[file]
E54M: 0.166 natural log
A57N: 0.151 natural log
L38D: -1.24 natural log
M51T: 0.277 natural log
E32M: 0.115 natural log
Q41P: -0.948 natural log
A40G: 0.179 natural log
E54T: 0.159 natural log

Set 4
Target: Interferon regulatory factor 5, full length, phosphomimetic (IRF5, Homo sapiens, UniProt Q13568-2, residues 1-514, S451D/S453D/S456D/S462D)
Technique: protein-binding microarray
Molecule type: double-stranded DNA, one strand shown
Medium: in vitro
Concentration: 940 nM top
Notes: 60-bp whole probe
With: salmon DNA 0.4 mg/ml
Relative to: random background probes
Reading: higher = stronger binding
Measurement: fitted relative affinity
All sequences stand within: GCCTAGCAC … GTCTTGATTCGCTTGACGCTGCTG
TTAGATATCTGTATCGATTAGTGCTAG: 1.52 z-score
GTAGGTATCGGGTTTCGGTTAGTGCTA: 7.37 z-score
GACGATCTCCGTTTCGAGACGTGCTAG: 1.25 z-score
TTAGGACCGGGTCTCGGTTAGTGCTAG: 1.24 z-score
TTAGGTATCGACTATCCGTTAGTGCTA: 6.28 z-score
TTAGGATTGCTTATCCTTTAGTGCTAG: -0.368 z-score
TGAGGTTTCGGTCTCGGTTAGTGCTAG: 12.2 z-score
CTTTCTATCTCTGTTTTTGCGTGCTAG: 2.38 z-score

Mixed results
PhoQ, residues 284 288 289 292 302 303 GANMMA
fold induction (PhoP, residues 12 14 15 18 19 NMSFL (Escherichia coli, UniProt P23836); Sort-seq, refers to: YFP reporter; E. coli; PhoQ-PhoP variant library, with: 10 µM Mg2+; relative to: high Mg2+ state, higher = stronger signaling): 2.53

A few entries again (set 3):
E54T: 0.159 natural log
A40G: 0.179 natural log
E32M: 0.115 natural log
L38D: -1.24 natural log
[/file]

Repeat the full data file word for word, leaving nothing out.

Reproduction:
E54M: 0.166 natural log
A57N: 0.151 natural log
L38D: -1.24 natural log
M51T: 0.277 natural log
E32M: 0.115 natural log
Q41P: -0.948 natural log
A40G: 0.179 natural log
E54T: 0.159 natural log

Set 4
Target: Interferon regulatory factor 5, full length, phosphomimetic (IRF5, Homo sapiens, UniProt Q13568-2, residues 1-514, S451D/S453D/S456D/S462D)
Technique: protein-binding microarray
Molecule type: double-stranded DNA, one strand shown
Medium: in vitro
Concentration: 940 nM top
Notes: 60-bp whole probe
With: salmon DNA 0.4 mg/ml
Relative to: random background probes
Reading: higher = stronger binding
Measurement: fitted relative affinity
All sequences stand within: GCCTAGCAC … GTCTTGATTCGCTTGACGCTGCTG
TTAGATATCTGTATCGATTAGTGCTAG: 1.52 z-score
GTAGGTATCGGGTTTCGGTTAGTGCTA: 7.37 z-score
GACGATCTCCGTTTCGAGACGTGCTAG: 1.25 z-score
TTAGGACCGGGTCTCGGTTAGTGCTAG: 1.24 z-score
TTAGGTATCGACTATCCGTTAGTGCTA: 6.28 z-score
TTAGGATTGCTTATCCTTTAGTGCTAG: -0.368 z-score
TGAGGTTTCGGTCTCGGTTAGTGCTAG: 12.2 z-score
CTTTCTATCTCTGTTTTTGCGTGCTAG: 2.38 z-score

Mixed results
PhoQ, residues 284 288 289 292 302 303 GANMMA
fold induction (PhoP, residues 12 14 15 18 19 NMSFL (Escherichia coli, UniProt P23836); Sort-seq, refers to: YFP reporter; E. coli; PhoQ-PhoP variant library, with: 10 µM Mg2+; relative to: high Mg2+ state, higher = stronger signaling): 2.53

A few entries again (set 3):
E54T: 0.159 natural log
A40G: 0.179 natural log
E32M: 0.115 natural log
L38D: -1.24 natural log